Archive for August, 2010

This week the president of an association I am currently working with enthusiastically declared: “I am amazed. Our integrated marketing initiative is actually transforming this organization!”

Over the years the program heads in this association had created isolated silos. Most worked in the same building, yet each developed and promoted new initiatives independently. They did little market research, very little multi-platform communication planning, and felt no need to advance an integrated brand identity for the entire association.  They complained about getting little “promotion” support, which they  believed was the main problem when a program was not working well. 

Now, this president is amazed at how integration is bringing about productive organizational change. Whether or not integrated marketing truly is “transforming” really depends of how you define transform. There is little doubt, however, that with strong visionary leadership, organizations can evolve from their founding mission toward a bigger vision, so long as that vision is both realistic and inspiring. And this evolution can certainly be nurtured, facilitated, and accelerated though the professional use of integrated group processes.

Task forces, with sub-groups focused on special needs, can be very effective in getting key people on the same message page and moving the institution forward. Research and other action teams can assess market needs and identify competitive strengths. Focus groups can fine-tune the brand and set simple guidelines for the effective use of logos and design.

Eventually the result is a critical mass of energized opinion leaders on an accelerated “train” now headed toward a more exciting destination. And when that train starts moving, all the travelers on it begin to feel positive change and a new sense of personal and professional satisfaction.

Those skeptics left standing on the platform either jump on board at the last minute, or are simply left behind.  Many just become “dead wood,” and eventually a different kind of management problem. Others merely head off in a different direction, which in the long run will turn out to be good for them, and for the organization.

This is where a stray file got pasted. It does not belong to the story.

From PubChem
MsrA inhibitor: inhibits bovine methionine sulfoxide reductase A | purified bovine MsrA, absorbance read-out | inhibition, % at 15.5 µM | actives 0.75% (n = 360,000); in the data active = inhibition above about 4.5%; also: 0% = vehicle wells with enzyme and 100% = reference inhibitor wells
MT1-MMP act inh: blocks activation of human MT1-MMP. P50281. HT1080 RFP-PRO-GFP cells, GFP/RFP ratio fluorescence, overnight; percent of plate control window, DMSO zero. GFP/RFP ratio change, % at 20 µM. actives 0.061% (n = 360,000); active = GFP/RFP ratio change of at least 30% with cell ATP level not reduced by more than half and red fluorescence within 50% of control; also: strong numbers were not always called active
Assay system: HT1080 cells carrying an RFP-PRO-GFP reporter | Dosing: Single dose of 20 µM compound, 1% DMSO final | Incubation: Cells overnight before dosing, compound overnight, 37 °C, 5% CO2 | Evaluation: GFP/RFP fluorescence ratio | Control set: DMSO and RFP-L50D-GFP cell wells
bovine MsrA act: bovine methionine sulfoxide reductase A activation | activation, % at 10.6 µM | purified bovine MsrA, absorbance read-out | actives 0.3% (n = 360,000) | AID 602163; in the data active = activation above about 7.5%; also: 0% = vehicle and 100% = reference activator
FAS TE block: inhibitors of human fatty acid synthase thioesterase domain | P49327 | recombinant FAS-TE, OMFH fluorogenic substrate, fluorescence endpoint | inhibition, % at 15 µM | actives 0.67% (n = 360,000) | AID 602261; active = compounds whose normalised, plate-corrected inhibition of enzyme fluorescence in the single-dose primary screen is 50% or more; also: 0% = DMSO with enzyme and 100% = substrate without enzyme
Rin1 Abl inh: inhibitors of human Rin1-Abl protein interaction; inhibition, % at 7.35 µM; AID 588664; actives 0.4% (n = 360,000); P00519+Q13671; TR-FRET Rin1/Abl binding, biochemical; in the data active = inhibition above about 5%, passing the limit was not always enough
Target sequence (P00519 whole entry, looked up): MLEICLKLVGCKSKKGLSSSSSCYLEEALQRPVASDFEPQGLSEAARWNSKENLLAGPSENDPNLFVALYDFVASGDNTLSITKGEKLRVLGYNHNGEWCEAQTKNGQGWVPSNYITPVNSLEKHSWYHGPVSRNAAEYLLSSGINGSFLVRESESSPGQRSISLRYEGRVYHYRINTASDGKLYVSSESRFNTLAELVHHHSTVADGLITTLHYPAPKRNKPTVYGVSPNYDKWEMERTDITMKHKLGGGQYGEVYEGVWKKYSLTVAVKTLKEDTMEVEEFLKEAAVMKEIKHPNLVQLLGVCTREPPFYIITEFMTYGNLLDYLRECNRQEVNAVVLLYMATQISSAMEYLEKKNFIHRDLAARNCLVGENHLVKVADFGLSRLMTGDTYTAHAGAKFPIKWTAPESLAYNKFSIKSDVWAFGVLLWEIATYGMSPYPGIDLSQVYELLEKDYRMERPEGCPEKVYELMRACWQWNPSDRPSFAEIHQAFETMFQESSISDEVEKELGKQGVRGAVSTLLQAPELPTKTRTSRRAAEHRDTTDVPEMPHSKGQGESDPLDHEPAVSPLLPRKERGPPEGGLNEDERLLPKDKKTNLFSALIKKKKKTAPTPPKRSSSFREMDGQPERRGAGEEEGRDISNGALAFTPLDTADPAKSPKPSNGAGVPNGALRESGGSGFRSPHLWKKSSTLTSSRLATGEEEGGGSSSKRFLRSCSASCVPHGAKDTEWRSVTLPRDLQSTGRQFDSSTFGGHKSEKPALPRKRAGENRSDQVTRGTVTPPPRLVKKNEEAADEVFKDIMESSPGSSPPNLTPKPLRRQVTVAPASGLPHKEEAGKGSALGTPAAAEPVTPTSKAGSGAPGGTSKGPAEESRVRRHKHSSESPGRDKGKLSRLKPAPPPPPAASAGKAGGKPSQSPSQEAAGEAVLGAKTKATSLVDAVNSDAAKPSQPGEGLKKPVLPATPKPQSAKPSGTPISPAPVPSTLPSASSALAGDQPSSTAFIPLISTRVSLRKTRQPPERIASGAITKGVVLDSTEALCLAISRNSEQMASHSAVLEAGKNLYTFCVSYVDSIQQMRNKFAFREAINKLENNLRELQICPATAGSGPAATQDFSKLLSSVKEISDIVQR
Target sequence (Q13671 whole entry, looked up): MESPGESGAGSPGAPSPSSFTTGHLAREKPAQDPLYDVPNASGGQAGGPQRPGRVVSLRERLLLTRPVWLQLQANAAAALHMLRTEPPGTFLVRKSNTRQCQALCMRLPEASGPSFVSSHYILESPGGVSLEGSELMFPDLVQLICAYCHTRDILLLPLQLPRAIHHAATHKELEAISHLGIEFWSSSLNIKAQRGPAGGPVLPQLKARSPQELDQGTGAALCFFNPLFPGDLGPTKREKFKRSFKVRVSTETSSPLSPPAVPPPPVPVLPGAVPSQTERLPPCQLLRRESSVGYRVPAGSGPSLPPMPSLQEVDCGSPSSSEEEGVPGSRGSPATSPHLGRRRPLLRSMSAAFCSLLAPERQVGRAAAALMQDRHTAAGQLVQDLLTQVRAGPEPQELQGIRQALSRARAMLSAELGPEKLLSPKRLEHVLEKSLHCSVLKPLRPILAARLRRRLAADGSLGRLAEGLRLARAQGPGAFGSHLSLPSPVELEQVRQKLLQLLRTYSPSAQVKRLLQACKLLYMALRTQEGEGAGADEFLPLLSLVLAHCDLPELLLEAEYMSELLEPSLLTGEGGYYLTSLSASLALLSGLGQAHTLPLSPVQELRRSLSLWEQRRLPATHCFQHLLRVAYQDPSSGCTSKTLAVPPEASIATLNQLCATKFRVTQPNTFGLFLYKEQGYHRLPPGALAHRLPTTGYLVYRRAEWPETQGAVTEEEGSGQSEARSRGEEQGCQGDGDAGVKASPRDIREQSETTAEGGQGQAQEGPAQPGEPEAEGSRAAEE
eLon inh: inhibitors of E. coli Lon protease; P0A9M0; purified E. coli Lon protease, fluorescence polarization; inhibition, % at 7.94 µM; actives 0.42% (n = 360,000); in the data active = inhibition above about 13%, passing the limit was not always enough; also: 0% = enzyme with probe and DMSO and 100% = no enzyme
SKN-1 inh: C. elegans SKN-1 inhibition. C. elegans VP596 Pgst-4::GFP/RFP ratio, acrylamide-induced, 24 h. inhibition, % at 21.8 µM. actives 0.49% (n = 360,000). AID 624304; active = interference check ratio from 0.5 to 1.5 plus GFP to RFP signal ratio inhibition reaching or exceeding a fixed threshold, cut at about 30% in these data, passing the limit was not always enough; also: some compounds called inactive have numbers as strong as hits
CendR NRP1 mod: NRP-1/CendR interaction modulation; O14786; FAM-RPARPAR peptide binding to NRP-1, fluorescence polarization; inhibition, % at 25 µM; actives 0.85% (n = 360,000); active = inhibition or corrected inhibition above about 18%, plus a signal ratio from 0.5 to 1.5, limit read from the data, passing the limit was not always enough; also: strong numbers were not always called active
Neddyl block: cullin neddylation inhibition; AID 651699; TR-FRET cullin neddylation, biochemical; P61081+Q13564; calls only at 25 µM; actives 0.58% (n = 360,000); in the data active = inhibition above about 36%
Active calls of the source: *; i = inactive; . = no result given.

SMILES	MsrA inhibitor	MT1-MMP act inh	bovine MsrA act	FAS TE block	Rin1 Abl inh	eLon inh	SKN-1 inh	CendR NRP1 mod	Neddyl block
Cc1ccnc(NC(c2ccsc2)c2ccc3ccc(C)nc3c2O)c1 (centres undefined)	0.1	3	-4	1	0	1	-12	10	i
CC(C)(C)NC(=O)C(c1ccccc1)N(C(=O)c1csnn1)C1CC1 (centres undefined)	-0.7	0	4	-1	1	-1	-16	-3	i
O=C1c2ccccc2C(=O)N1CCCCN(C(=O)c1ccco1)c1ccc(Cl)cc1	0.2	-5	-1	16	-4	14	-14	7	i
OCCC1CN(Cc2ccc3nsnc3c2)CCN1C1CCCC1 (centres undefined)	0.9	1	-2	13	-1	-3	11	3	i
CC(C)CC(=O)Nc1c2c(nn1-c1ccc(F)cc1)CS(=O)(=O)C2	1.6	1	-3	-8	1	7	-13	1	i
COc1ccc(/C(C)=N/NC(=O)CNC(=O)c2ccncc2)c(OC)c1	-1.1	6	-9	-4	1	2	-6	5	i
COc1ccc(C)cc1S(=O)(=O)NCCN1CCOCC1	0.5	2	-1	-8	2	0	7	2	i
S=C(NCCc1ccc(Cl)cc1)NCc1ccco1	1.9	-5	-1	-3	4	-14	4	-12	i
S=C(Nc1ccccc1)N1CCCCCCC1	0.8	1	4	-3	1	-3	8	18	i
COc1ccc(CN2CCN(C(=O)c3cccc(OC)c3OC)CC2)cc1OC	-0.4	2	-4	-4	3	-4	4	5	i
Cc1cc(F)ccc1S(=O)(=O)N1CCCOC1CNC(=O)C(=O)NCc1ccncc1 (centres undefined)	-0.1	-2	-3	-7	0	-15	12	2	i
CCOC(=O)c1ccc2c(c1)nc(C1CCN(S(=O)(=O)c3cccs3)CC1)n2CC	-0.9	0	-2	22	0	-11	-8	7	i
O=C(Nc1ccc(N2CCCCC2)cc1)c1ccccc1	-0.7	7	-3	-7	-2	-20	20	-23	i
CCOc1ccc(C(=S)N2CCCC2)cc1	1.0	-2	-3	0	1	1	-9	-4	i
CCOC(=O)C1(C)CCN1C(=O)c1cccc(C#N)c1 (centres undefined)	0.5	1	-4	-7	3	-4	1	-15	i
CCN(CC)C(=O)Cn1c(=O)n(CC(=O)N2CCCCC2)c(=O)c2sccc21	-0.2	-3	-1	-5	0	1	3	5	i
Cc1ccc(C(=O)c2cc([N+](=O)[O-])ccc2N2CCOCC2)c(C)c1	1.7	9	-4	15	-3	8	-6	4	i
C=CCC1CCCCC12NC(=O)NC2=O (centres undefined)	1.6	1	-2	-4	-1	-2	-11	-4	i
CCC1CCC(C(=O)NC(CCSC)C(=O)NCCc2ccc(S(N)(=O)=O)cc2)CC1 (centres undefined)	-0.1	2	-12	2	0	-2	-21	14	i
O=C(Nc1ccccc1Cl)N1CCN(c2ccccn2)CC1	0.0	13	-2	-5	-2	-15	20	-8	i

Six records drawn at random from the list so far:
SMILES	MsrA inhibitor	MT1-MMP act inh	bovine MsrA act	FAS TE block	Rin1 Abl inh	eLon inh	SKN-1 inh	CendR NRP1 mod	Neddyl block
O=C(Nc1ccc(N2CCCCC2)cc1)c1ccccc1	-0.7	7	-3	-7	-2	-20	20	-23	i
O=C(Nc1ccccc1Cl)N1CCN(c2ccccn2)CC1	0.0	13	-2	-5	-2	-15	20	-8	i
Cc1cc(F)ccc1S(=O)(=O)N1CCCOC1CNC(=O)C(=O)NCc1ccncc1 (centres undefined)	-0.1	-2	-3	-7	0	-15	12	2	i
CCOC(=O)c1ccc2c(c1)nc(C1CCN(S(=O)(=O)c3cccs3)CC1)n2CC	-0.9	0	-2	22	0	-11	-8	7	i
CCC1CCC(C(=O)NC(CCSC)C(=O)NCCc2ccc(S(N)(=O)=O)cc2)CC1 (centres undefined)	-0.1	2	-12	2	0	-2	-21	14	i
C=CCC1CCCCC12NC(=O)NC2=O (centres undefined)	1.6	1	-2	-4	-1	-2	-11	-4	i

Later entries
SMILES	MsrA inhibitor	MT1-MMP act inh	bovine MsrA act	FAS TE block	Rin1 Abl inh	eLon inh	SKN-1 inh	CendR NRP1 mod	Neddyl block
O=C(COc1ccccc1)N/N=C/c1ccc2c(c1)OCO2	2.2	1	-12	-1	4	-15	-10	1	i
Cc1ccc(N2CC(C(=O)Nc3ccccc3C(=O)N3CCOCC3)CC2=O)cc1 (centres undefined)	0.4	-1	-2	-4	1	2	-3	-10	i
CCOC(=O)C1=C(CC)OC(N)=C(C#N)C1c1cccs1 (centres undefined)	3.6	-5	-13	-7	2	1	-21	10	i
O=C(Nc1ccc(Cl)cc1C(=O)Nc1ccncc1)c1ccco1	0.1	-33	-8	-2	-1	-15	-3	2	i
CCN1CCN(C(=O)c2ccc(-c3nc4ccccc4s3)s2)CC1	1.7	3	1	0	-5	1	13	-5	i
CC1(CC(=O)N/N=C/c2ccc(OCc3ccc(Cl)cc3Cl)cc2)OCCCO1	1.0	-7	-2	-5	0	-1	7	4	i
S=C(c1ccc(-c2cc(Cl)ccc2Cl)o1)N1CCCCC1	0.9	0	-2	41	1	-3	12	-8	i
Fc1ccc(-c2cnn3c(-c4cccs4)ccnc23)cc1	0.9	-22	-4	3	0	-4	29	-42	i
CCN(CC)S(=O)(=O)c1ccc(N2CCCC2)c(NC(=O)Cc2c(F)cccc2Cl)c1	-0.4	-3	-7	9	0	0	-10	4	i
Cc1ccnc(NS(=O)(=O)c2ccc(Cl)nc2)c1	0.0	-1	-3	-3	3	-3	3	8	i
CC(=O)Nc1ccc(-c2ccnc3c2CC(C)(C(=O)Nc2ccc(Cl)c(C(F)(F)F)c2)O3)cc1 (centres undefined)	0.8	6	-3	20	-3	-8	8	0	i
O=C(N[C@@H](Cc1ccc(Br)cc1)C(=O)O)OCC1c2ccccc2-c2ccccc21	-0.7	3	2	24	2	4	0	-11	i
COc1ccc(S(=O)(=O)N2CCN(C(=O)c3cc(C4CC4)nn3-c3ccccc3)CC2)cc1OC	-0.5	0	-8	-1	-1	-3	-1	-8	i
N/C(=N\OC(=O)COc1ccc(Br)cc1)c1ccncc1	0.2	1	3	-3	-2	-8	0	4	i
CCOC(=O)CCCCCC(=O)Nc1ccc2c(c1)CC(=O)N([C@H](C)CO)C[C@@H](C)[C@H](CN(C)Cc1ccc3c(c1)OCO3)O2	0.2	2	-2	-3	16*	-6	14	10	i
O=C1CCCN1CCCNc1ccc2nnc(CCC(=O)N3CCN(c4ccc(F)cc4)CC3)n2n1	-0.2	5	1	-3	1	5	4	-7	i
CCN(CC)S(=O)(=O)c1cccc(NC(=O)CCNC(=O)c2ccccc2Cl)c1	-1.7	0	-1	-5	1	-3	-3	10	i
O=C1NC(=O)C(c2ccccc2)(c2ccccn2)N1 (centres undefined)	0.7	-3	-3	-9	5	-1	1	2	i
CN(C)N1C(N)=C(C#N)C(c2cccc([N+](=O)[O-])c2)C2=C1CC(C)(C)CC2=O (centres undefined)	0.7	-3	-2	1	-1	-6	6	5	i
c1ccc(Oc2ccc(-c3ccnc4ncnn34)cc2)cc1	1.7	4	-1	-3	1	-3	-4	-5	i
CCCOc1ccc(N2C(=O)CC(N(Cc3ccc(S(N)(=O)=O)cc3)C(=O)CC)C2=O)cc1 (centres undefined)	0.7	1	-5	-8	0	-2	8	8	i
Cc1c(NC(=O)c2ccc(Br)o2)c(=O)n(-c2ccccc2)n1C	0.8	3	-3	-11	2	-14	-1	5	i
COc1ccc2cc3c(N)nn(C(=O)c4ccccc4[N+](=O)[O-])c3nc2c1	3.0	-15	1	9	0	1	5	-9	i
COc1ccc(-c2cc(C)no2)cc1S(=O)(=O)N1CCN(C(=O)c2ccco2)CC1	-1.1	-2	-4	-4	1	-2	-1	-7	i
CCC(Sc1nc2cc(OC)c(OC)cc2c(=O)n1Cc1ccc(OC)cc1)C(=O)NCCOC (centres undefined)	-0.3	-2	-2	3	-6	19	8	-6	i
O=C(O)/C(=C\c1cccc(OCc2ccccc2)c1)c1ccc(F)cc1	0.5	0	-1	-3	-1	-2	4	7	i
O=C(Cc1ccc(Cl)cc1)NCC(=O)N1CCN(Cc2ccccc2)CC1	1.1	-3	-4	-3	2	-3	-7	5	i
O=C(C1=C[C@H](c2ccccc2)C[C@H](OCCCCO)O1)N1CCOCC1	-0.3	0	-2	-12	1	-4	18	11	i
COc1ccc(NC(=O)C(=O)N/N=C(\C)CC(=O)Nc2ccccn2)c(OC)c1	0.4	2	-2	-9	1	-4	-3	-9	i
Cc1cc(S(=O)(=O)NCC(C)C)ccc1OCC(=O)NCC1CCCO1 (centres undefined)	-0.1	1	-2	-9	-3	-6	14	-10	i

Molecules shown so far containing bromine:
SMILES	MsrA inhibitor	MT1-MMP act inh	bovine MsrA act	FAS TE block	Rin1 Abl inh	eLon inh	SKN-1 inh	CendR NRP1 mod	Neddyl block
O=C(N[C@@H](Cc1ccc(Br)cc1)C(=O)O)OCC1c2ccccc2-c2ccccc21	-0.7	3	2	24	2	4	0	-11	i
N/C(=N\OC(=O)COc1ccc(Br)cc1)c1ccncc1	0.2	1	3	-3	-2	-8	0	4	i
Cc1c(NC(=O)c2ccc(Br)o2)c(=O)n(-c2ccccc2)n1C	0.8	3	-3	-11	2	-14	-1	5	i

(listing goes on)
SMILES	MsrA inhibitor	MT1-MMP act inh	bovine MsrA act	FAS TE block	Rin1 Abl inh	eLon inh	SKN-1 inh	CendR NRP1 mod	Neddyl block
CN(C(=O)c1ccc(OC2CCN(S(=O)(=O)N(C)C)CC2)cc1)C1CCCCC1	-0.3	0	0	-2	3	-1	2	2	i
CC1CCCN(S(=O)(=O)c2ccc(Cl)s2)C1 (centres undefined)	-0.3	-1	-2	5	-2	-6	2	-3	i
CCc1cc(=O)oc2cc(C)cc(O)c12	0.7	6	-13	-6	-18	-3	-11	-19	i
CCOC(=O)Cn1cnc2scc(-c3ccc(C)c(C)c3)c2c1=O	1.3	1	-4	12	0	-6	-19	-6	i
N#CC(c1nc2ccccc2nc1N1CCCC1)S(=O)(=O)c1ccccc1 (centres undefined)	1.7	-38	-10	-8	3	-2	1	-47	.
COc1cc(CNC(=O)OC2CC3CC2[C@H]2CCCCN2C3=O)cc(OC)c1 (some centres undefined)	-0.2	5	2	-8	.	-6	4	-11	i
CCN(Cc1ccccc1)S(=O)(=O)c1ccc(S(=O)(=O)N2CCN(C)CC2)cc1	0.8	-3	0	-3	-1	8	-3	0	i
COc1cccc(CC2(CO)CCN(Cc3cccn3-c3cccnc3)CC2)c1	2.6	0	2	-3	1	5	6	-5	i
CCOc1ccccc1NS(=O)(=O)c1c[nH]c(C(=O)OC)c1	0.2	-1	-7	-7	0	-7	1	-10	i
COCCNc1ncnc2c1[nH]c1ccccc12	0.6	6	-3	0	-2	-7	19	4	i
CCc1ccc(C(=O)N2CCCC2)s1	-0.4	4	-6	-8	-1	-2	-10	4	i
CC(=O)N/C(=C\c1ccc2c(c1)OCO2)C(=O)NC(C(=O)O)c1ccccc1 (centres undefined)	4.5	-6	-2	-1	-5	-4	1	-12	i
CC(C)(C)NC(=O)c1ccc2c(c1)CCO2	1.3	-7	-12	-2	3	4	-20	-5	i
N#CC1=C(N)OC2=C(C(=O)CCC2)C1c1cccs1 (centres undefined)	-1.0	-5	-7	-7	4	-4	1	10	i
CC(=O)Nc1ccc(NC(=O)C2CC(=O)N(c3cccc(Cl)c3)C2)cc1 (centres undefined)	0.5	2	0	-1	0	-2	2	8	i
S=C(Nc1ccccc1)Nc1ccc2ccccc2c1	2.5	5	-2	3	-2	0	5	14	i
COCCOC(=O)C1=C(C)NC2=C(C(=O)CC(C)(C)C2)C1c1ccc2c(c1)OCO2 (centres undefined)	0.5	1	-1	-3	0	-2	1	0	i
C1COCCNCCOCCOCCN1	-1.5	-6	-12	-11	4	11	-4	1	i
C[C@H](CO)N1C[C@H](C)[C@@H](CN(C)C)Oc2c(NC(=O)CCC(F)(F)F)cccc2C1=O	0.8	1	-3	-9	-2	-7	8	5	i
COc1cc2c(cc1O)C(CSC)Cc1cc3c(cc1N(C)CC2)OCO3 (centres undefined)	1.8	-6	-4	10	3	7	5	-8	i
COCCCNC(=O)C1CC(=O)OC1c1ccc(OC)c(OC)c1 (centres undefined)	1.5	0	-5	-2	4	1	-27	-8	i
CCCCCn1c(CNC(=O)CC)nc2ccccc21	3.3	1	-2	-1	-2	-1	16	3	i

Oh, and I should add that this president also said: “Several months ago I would have never believed this could happen. This is truly exciting!”

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Events this week caused me to reflect on the many crises I have been involved with handling over the years. I was amused to remember how some close colleagues would observe how “cool” I remained under fire!

The fact is, I was always terrified!

But it was pure fear that caused me to study crisis communication and management when there was no crisis. I decided to write about it, and to work it into my teaching as a way of making sure I learned the material. This allowed me to develop a step-by-step guide for handling whatever might come my way. True, each crisis is unique. But it is also true that the steps for handling them will remain very much the same.

This lesson also holds true for most other aspects of our work… including developing brand clarity, writing important proposals, giving major presentations, and even designing group process for integrated planning.

Bottom line: Always do your homework.  Your never can over-prepare. Then when the drama begins, you just follow your step-by-step plan. Magically, you will look like you know what you’re doing, and that will make you effective even when deep inside you are terrified!